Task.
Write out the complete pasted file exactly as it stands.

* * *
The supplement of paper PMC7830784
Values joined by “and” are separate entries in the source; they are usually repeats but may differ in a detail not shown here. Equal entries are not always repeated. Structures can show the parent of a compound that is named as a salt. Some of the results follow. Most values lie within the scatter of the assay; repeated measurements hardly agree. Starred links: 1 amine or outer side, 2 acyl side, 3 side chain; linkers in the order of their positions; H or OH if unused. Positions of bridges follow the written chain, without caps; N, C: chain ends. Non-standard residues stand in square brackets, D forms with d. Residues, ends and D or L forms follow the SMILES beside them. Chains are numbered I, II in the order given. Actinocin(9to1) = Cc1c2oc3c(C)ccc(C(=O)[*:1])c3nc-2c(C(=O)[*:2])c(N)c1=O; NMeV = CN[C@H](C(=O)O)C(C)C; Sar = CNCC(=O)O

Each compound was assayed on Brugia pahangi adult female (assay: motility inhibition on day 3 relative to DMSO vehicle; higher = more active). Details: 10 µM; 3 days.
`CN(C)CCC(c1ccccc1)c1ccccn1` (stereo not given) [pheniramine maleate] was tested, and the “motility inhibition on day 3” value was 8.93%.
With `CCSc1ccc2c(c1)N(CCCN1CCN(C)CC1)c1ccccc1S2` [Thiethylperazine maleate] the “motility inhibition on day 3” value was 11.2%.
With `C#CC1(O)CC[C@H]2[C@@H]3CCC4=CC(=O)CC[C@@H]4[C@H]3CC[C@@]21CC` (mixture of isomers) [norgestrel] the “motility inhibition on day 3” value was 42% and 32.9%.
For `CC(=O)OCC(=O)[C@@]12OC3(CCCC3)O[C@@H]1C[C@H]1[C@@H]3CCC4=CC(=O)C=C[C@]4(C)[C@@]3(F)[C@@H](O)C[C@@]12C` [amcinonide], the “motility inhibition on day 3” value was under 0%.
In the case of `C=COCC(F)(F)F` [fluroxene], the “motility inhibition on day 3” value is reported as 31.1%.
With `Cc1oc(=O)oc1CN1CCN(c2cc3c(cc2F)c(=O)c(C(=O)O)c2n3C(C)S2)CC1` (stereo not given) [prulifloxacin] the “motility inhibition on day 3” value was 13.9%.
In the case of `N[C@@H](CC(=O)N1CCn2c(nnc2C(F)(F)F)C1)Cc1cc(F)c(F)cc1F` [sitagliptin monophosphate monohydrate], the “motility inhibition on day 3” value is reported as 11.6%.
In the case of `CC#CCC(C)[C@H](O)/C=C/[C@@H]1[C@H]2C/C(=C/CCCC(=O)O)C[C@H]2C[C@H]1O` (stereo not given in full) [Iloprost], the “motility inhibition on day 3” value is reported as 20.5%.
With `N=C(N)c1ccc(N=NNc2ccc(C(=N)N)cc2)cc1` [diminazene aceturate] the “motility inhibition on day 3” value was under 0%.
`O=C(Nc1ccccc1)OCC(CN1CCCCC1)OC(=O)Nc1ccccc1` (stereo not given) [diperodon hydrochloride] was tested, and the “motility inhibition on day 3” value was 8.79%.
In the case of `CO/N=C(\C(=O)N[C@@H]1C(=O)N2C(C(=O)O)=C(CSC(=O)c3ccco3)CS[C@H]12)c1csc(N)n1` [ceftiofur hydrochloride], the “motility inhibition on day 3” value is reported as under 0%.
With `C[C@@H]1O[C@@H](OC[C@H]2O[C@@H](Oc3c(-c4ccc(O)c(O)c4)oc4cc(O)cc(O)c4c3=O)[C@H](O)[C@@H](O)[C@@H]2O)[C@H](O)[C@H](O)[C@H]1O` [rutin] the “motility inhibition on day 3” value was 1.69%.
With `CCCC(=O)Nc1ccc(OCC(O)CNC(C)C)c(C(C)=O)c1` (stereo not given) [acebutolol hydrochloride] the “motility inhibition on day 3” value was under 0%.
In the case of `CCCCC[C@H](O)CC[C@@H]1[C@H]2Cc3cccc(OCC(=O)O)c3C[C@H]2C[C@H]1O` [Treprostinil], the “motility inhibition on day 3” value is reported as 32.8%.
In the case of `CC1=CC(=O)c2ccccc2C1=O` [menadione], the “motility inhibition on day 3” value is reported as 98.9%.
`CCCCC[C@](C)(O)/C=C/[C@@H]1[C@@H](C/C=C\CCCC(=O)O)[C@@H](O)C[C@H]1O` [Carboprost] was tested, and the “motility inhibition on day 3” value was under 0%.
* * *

The supplement of paper PMC7830784
Values joined by “and” are separate entries in the source; they are usually repeats but may differ in a detail not shown here. Equal entries are not always repeated. Structures can show the parent of a compound that is named as a salt. Some of the results follow. Most values lie within the scatter of the assay; repeated measurements hardly agree. Starred links: 1 amine or outer side, 2 acyl side, 3 side chain; linkers in the order of their positions; H or OH if unused. Positions of bridges follow the written chain, without caps; N, C: chain ends. Non-standard residues stand in square brackets, D forms with d. Residues, ends and D or L forms follow the SMILES beside them. Chains are numbered I, II in the order given. Actinocin(9to1) = Cc1c2oc3c(C)ccc(C(=O)[*:1])c3nc-2c(C(=O)[*:2])c(N)c1=O; NMeV = CN[C@H](C(=O)O)C(C)C; Sar = CNCC(=O)O

Each compound was assayed on Brugia pahangi adult female (assay: motility inhibition on day 3 relative to DMSO vehicle; higher = more active). Details: 10 µM; 3 days.
`CN(C)CCC(c1ccccc1)c1ccccn1` (stereo not given) [pheniramine maleate] was tested, and the “motility inhibition on day 3” value was 8.93%.
With `CCSc1ccc2c(c1)N(CCCN1CCN(C)CC1)c1ccccc1S2` [Thiethylperazine maleate] the “motility inhibition on day 3” value was 11.2%.
With `C#CC1(O)CC[C@H]2[C@@H]3CCC4=CC(=O)CC[C@@H]4[C@H]3CC[C@@]21CC` (mixture of isomers) [norgestrel] the “motility inhibition on day 3” value was 42% and 32.9%.
For `CC(=O)OCC(=O)[C@@]12OC3(CCCC3)O[C@@H]1C[C@H]1[C@@H]3CCC4=CC(=O)C=C[C@]4(C)[C@@]3(F)[C@@H](O)C[C@@]12C` [amcinonide], the “motility inhibition on day 3” value was under 0%.
In the case of `C=COCC(F)(F)F` [fluroxene], the “motility inhibition on day 3” value is reported as 31.1%.
With `Cc1oc(=O)oc1CN1CCN(c2cc3c(cc2F)c(=O)c(C(=O)O)c2n3C(C)S2)CC1` (stereo not given) [prulifloxacin] the “motility inhibition on day 3” value was 13.9%.
In the case of `N[C@@H](CC(=O)N1CCn2c(nnc2C(F)(F)F)C1)Cc1cc(F)c(F)cc1F` [sitagliptin monophosphate monohydrate], the “motility inhibition on day 3” value is reported as 11.6%.
In the case of `CC#CCC(C)[C@H](O)/C=C/[C@@H]1[C@H]2C/C(=C/CCCC(=O)O)C[C@H]2C[C@H]1O` (stereo not given in full) [Iloprost], the “motility inhibition on day 3” value is reported as 20.5%.
With `N=C(N)c1ccc(N=NNc2ccc(C(=N)N)cc2)cc1` [diminazene aceturate] the “motility inhibition on day 3” value was under 0%.
`O=C(Nc1ccccc1)OCC(CN1CCCCC1)OC(=O)Nc1ccccc1` (stereo not given) [diperodon hydrochloride] was tested, and the “motility inhibition on day 3” value was 8.79%.
In the case of `CO/N=C(\C(=O)N[C@@H]1C(=O)N2C(C(=O)O)=C(CSC(=O)c3ccco3)CS[C@H]12)c1csc(N)n1` [ceftiofur hydrochloride], the “motility inhibition on day 3” value is reported as under 0%.
With `C[C@@H]1O[C@@H](OC[C@H]2O[C@@H](Oc3c(-c4ccc(O)c(O)c4)oc4cc(O)cc(O)c4c3=O)[C@H](O)[C@@H](O)[C@@H]2O)[C@H](O)[C@H](O)[C@H]1O` [rutin] the “motility inhibition on day 3” value was 1.69%.
With `CCCC(=O)Nc1ccc(OCC(O)CNC(C)C)c(C(C)=O)c1` (stereo not given) [acebutolol hydrochloride] the “motility inhibition on day 3” value was under 0%.
In the case of `CCCCC[C@H](O)CC[C@@H]1[C@H]2Cc3cccc(OCC(=O)O)c3C[C@H]2C[C@H]1O` [Treprostinil], the “motility inhibition on day 3” value is reported as 32.8%.
In the case of `CC1=CC(=O)c2ccccc2C1=O` [menadione], the “motility inhibition on day 3” value is reported as 98.9%.
`CCCCC[C@](C)(O)/C=C/[C@@H]1[C@@H](C/C=C\CCCC(=O)O)[C@@H](O)C[C@H]1O` [Carboprost] was tested, and the “motility inhibition on day 3” value was under 0%.